It is in the locker room where I set out my tools–my well-worn rival sparring gloves, my hand wraps and my shoes, my water bottle and towel, while hanging up my work clothes for the quick shower and change after my workout.

Ready for battle, I enter the ring to begin the rounds of shadow boxing, working on my footwork and my mix of combinations, careful to always snap my jab with my right hand up.

The rounds with Lennox — four to six depending on how much energy we have.

The four rounds on the double-ended bag, or the heavy bag.

The four rounds on the slip bag or the speed bag.

Sometimes an added bit of something, sometimes not.

Each has a place in my ritual of morning.

Mostly it is all about the sweat and pushing myself and staying positive during those times when I am anything but. This past year has had its difficulties. I still mourn my father’s death in June, finding strength in my memories of him performing his 300 crunches while hooked up to the oxygen that was his mainstay as he bravely battled COPD.  And perhaps it is that memory that pushes me to haul myself out of bed, even when I’ve only managed to get to sleep at 1:00 AM. Other mornings it is the concept that #ageisjustanumber or that the pursuit of one’s passions keep one young and vibrant and vital.

With the gym closed, I find myself up anyway at 5:29, a full hour ahead of my reset alarm clock. Up and wondering what I shall do. Go back to sleep? Scroll through posts on social media? Worry about the latest headlines in the news? The offer I saw on Facebook for an opponent to fight a former world champion for the ridiculous,  insulting and ultimately dangerous fee to the life and safety of the woman who will feel compelled to accept $2,000?

Instead, I find myself here at the dining table. Up and writing, thankful that I’ve given myself the chance to pivot and turn towards my other source of solace and sanity in a crazy world.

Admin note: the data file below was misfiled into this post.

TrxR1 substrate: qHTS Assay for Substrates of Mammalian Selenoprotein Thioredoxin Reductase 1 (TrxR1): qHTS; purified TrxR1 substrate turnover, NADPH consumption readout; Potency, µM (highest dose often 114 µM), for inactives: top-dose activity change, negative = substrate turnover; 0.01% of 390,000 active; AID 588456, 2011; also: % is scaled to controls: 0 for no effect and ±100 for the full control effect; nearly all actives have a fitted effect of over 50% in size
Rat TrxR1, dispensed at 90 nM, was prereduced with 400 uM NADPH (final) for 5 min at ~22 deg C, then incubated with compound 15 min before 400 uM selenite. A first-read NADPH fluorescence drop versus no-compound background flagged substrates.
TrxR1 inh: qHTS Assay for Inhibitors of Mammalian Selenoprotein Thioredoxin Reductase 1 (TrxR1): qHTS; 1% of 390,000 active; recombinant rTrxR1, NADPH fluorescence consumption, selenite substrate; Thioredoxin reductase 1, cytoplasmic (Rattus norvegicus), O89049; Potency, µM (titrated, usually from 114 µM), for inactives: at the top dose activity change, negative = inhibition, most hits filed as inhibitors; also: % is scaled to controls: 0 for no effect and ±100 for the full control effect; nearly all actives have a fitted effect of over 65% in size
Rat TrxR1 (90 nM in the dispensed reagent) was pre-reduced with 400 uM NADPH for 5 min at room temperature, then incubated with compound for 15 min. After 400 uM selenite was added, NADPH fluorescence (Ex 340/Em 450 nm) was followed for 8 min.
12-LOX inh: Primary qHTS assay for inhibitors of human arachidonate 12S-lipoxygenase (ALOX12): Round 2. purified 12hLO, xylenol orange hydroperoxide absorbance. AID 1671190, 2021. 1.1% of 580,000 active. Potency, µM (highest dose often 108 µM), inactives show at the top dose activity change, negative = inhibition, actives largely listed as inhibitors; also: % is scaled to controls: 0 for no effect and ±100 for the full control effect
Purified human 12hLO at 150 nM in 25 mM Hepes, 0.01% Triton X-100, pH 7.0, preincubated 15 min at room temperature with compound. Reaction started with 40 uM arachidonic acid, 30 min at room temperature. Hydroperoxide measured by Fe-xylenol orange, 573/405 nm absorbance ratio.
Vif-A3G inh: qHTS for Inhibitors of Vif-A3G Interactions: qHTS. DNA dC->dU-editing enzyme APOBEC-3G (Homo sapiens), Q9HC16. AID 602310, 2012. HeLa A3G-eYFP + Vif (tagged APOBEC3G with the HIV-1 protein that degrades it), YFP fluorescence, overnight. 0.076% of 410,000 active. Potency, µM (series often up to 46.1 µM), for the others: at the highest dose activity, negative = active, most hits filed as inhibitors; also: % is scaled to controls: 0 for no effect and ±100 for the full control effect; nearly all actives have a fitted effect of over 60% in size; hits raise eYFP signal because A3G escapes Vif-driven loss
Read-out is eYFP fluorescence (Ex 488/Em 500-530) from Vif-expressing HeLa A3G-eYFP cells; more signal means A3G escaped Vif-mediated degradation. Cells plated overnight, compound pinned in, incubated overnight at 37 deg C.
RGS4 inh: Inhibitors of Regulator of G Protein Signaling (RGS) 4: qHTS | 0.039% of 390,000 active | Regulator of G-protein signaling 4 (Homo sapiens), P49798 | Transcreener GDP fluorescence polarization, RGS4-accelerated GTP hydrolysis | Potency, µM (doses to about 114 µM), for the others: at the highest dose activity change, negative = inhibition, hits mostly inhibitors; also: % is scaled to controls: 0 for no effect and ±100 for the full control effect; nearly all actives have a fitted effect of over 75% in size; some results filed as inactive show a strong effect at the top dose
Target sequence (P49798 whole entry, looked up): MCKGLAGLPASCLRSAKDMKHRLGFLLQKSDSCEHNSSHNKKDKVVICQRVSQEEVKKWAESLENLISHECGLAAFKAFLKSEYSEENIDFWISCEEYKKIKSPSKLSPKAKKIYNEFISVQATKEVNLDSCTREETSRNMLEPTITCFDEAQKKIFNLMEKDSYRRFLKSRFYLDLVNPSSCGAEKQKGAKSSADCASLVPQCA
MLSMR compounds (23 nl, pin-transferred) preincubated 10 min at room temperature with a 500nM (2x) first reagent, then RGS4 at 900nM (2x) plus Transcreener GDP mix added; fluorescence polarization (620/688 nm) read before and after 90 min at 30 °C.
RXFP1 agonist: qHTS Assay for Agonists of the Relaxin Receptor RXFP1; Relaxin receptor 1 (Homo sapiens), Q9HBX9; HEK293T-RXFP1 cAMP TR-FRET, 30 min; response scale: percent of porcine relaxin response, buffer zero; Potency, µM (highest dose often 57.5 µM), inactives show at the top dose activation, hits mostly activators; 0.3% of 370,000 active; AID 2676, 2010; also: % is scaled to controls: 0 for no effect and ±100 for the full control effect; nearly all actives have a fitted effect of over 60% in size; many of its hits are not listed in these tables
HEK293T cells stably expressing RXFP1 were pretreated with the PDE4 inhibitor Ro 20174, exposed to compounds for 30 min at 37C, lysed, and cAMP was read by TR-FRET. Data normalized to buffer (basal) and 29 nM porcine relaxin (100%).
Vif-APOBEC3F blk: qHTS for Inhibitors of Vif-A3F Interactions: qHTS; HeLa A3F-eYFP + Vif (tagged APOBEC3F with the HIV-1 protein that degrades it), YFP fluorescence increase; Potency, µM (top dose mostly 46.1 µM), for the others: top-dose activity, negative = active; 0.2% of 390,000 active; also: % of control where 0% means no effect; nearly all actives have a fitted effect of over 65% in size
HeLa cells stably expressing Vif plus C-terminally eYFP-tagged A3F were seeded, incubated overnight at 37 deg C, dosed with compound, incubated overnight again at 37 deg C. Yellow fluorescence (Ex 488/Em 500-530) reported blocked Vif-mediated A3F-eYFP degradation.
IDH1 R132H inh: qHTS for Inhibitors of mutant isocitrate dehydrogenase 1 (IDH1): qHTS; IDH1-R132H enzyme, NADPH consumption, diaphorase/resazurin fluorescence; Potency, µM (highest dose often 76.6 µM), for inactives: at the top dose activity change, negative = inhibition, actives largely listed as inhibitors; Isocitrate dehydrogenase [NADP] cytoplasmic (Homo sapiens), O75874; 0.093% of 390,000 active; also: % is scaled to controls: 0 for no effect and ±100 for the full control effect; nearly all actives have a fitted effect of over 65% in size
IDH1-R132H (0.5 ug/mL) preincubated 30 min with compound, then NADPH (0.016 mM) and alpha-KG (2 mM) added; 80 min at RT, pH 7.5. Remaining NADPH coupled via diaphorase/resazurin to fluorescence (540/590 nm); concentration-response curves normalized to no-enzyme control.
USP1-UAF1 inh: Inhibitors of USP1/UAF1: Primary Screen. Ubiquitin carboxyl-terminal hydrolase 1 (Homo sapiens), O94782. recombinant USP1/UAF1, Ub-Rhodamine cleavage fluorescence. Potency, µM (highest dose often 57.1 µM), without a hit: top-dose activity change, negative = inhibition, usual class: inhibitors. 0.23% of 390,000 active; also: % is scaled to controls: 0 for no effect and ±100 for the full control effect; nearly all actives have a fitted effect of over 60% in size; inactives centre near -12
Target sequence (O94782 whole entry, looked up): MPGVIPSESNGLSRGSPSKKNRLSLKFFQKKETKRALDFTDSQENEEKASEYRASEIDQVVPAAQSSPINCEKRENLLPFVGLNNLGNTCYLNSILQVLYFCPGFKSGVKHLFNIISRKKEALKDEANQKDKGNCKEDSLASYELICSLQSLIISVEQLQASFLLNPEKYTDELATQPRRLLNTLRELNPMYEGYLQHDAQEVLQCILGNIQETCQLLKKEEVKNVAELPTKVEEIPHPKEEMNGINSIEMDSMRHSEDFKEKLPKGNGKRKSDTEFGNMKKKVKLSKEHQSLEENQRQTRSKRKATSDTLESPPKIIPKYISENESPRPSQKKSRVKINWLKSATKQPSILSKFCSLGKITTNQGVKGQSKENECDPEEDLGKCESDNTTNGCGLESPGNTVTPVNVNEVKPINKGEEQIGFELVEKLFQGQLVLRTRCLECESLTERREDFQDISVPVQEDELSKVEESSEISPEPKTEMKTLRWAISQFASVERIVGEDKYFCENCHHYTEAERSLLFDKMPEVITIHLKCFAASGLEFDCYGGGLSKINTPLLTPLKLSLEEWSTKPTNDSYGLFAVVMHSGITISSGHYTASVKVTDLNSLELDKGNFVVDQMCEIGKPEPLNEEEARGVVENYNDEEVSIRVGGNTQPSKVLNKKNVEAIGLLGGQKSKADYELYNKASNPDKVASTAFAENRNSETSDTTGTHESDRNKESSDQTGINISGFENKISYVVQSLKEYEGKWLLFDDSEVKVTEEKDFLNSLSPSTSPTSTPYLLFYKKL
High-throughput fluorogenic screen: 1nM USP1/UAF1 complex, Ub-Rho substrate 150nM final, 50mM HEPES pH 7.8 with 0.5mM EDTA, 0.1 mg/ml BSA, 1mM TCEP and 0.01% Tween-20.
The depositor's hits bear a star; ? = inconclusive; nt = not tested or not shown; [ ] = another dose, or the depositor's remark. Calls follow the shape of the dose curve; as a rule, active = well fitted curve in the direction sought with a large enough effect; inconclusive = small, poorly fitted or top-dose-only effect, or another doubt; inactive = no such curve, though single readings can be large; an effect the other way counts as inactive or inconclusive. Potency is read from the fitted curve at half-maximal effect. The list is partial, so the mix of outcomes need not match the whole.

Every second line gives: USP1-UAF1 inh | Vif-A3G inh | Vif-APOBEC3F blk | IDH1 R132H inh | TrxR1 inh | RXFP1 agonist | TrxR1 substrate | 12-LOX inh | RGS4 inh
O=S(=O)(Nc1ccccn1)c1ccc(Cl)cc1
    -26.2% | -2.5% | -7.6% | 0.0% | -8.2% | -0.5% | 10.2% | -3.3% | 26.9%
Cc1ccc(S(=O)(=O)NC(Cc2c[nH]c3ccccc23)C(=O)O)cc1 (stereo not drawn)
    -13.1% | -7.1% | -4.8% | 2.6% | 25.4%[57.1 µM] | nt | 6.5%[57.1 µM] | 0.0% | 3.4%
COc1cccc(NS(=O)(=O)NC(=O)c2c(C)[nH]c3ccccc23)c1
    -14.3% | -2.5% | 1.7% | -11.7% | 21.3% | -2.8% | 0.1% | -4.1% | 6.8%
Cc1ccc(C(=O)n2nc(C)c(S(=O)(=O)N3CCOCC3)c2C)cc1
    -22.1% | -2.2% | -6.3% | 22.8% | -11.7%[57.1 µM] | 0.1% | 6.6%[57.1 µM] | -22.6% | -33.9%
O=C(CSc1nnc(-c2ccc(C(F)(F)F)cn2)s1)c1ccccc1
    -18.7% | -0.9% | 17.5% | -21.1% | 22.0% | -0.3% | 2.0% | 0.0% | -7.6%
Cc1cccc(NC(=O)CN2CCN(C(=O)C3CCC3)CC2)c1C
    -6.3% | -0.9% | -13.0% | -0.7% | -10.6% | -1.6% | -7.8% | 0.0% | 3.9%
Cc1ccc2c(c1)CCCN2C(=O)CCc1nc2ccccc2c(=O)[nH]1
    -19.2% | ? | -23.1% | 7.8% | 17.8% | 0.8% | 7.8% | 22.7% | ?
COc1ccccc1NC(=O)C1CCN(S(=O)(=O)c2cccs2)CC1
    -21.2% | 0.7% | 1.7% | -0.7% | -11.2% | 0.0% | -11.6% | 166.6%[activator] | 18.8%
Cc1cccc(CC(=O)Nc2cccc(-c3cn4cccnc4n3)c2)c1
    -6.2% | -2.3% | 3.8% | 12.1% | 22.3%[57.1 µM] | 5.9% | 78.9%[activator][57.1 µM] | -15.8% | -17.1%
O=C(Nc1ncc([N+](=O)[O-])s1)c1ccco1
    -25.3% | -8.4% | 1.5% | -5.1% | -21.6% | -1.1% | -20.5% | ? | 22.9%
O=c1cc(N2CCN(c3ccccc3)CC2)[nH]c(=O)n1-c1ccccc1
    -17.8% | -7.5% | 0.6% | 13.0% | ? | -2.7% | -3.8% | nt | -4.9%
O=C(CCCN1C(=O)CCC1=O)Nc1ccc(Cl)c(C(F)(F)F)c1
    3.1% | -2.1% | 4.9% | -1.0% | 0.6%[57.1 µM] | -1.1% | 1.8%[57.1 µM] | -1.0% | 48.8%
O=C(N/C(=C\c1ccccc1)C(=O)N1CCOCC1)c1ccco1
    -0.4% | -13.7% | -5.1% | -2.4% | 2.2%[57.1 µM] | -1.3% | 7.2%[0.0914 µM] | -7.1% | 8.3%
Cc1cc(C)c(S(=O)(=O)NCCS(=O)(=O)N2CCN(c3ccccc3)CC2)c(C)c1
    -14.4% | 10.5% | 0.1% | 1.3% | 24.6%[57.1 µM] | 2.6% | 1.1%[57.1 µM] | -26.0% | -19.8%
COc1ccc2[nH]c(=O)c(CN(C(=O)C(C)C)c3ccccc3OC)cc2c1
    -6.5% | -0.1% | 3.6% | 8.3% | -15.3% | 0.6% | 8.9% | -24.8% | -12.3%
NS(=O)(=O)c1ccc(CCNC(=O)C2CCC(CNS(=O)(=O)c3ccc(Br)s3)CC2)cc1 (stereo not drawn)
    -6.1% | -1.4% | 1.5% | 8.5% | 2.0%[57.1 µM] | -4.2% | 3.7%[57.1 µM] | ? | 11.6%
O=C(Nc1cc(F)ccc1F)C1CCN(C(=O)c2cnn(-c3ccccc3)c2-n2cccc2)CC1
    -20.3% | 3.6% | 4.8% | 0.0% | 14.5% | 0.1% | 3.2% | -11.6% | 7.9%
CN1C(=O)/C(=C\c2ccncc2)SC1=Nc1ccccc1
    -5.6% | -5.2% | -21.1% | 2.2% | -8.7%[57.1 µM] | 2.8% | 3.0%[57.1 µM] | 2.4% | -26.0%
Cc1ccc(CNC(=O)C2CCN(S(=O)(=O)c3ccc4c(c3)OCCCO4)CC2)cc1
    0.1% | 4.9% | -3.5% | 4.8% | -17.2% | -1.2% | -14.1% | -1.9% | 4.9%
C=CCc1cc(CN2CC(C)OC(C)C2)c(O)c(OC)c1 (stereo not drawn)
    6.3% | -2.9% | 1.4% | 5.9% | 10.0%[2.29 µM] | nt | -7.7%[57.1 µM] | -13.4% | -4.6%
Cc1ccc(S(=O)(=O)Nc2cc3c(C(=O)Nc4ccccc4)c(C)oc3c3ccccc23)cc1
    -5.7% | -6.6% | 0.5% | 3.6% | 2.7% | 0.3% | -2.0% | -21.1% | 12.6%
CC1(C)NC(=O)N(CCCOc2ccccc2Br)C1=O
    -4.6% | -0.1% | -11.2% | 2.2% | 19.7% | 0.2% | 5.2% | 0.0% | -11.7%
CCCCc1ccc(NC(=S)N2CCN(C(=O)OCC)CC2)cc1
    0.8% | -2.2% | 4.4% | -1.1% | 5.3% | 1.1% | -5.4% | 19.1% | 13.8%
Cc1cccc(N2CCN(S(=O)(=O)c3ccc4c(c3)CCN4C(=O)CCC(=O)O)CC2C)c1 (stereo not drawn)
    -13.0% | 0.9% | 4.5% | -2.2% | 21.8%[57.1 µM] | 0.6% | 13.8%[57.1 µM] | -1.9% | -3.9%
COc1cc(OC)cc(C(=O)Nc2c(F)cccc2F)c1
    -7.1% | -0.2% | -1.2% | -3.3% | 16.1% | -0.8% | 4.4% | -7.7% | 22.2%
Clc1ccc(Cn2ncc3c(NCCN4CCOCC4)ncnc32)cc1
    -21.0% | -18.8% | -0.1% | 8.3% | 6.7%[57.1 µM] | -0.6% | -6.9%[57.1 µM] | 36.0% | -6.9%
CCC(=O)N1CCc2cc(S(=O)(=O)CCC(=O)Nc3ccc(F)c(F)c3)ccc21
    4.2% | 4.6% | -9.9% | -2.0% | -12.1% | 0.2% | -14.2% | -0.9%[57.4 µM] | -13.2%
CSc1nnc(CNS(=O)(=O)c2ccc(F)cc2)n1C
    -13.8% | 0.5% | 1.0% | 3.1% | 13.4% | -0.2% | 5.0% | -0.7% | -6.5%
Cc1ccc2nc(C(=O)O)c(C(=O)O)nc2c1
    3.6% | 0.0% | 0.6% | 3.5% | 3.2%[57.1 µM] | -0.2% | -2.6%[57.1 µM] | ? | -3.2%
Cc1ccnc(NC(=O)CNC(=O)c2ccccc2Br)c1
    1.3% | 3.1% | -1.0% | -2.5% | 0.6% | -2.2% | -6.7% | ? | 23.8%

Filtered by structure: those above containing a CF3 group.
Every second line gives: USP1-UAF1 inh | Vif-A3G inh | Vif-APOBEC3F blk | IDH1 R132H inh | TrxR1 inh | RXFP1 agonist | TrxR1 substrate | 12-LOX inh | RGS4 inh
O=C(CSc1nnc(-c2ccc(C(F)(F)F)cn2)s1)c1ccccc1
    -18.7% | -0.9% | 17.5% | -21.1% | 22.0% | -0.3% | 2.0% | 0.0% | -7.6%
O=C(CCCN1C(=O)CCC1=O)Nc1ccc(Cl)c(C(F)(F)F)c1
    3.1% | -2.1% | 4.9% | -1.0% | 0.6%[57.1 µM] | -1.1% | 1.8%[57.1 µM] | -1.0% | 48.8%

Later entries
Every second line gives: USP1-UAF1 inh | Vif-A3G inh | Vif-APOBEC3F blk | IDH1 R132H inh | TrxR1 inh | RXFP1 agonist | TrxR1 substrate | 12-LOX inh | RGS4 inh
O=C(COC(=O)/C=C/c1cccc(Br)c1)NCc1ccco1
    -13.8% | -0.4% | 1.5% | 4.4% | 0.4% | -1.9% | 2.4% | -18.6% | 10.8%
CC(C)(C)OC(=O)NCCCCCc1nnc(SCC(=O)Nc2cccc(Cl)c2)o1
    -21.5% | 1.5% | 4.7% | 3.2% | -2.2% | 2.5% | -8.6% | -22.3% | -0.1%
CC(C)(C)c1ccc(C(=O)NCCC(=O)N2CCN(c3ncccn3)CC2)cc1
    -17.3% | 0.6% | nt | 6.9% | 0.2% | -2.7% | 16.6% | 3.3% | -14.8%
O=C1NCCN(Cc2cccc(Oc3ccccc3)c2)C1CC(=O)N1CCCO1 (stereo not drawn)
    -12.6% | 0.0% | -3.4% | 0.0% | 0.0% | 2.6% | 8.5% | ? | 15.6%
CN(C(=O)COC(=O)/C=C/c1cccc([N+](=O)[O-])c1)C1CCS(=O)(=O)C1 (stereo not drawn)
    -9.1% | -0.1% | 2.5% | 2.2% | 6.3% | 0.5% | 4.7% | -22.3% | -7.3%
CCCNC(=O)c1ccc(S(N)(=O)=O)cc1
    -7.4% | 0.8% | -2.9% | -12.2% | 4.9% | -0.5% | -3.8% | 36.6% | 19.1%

12
Jan
13

Effortless prose on the speed bag …

Effortless prose on the speed bag …

Speed Bag Gleason's Gym

I’ve always loved the speed bag. Coming at the end of a workout, it feels like a well-earned respite from the grunts and groans of hard hitting on pads, bags and bodies.

One can go slow, fast and everywhere in between as that classic patterned da-da-da-da-da-da-da roams through one’s head, the feet perhaps in syncopated rhythm, perhaps not, as the right and left hands make the speed bag sing.

Once mastered, however, there is always that push towards the next level. In my case I’ve been thinking  a lot about elbow strikes and telling myself that it’s good range-of-motion therapy for my shoulder has spurred me on to actually try.

For my first outing I chose a pattern of alternating a four-count between my left and my right hitting slowly with the following pattern:  right, right, right, right elbow,  left, left, left, left elbow.

I tried it during the last 30 seconds of my third round on the speed bag, and for the fourth round attempted the elbow strike pattern for most of it. I have to say I hit it right on the elbow a few times, but mostly struck the forearm.  Still, the range-of-motion was pretty tough on the right side — and as therapy alone, it certainly was something.

Coming home, I thought I’d check out some videos on YouTube and offer a smattering as inspiration!

Speed bag phenom in time to the music!

Cool double-strike patterns with elbow strikes!

Early efforts … with double-strikes.

True mastery.

28
Jan
12

Big days, little days.

Big days, little days.